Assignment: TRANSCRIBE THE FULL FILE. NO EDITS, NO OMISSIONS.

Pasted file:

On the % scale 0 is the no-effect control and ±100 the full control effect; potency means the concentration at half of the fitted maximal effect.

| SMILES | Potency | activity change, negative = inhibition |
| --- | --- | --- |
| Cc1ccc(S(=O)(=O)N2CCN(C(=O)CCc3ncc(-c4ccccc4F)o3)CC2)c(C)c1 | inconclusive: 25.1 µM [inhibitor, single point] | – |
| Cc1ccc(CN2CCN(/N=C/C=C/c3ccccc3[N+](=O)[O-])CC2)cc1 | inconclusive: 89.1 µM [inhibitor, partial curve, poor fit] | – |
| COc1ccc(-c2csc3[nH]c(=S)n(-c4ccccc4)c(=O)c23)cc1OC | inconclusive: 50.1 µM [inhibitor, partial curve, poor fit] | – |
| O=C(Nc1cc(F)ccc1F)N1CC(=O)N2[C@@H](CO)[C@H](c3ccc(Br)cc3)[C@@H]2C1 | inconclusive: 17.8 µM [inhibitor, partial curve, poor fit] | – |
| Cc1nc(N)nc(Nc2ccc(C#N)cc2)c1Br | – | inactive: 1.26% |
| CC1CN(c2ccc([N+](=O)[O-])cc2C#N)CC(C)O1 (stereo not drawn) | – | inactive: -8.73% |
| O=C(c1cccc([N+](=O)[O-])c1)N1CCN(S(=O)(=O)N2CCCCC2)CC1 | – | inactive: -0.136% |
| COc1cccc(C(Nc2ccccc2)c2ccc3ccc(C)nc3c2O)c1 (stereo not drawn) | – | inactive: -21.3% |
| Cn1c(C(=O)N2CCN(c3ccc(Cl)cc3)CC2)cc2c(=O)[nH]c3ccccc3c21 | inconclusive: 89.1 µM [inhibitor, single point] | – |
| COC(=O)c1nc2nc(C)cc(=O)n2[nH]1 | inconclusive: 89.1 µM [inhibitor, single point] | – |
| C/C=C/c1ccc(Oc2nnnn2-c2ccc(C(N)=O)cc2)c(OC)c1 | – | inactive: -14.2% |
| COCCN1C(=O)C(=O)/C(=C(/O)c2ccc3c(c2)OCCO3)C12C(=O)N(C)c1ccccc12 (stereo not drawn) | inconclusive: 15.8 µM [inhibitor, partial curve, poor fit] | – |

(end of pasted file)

On the % scale 0 is the no-effect control and ±100 the full control effect; potency means the concentration at half of the fitted maximal effect.

| SMILES | Potency | activity change, negative = inhibition |
| --- | --- | --- |
| Cc1ccc(S(=O)(=O)N2CCN(C(=O)CCc3ncc(-c4ccccc4F)o3)CC2)c(C)c1 | inconclusive: 25.1 µM [inhibitor, single point] | – |
| Cc1ccc(CN2CCN(/N=C/C=C/c3ccccc3[N+](=O)[O-])CC2)cc1 | inconclusive: 89.1 µM [inhibitor, partial curve, poor fit] | – |
| COc1ccc(-c2csc3[nH]c(=S)n(-c4ccccc4)c(=O)c23)cc1OC | inconclusive: 50.1 µM [inhibitor, partial curve, poor fit] | – |
| O=C(Nc1cc(F)ccc1F)N1CC(=O)N2[C@@H](CO)[C@H](c3ccc(Br)cc3)[C@@H]2C1 | inconclusive: 17.8 µM [inhibitor, partial curve, poor fit] | – |
| Cc1nc(N)nc(Nc2ccc(C#N)cc2)c1Br | – | inactive: 1.26% |
| CC1CN(c2ccc([N+](=O)[O-])cc2C#N)CC(C)O1 (stereo not drawn) | – | inactive: -8.73% |
| O=C(c1cccc([N+](=O)[O-])c1)N1CCN(S(=O)(=O)N2CCCCC2)CC1 | – | inactive: -0.136% |
| COc1cccc(C(Nc2ccccc2)c2ccc3ccc(C)nc3c2O)c1 (stereo not drawn) | – | inactive: -21.3% |
| Cn1c(C(=O)N2CCN(c3ccc(Cl)cc3)CC2)cc2c(=O)[nH]c3ccccc3c21 | inconclusive: 89.1 µM [inhibitor, single point] | – |
| COC(=O)c1nc2nc(C)cc(=O)n2[nH]1 | inconclusive: 89.1 µM [inhibitor, single point] | – |
| C/C=C/c1ccc(Oc2nnnn2-c2ccc(C(N)=O)cc2)c(OC)c1 | – | inactive: -14.2% |
| COCCN1C(=O)C(=O)/C(=C(/O)c2ccc3c(c2)OCCO3)C12C(=O)N(C)c1ccccc12 (stereo not drawn) | inconclusive: 15.8 µM [inhibitor, partial curve, poor fit] | – |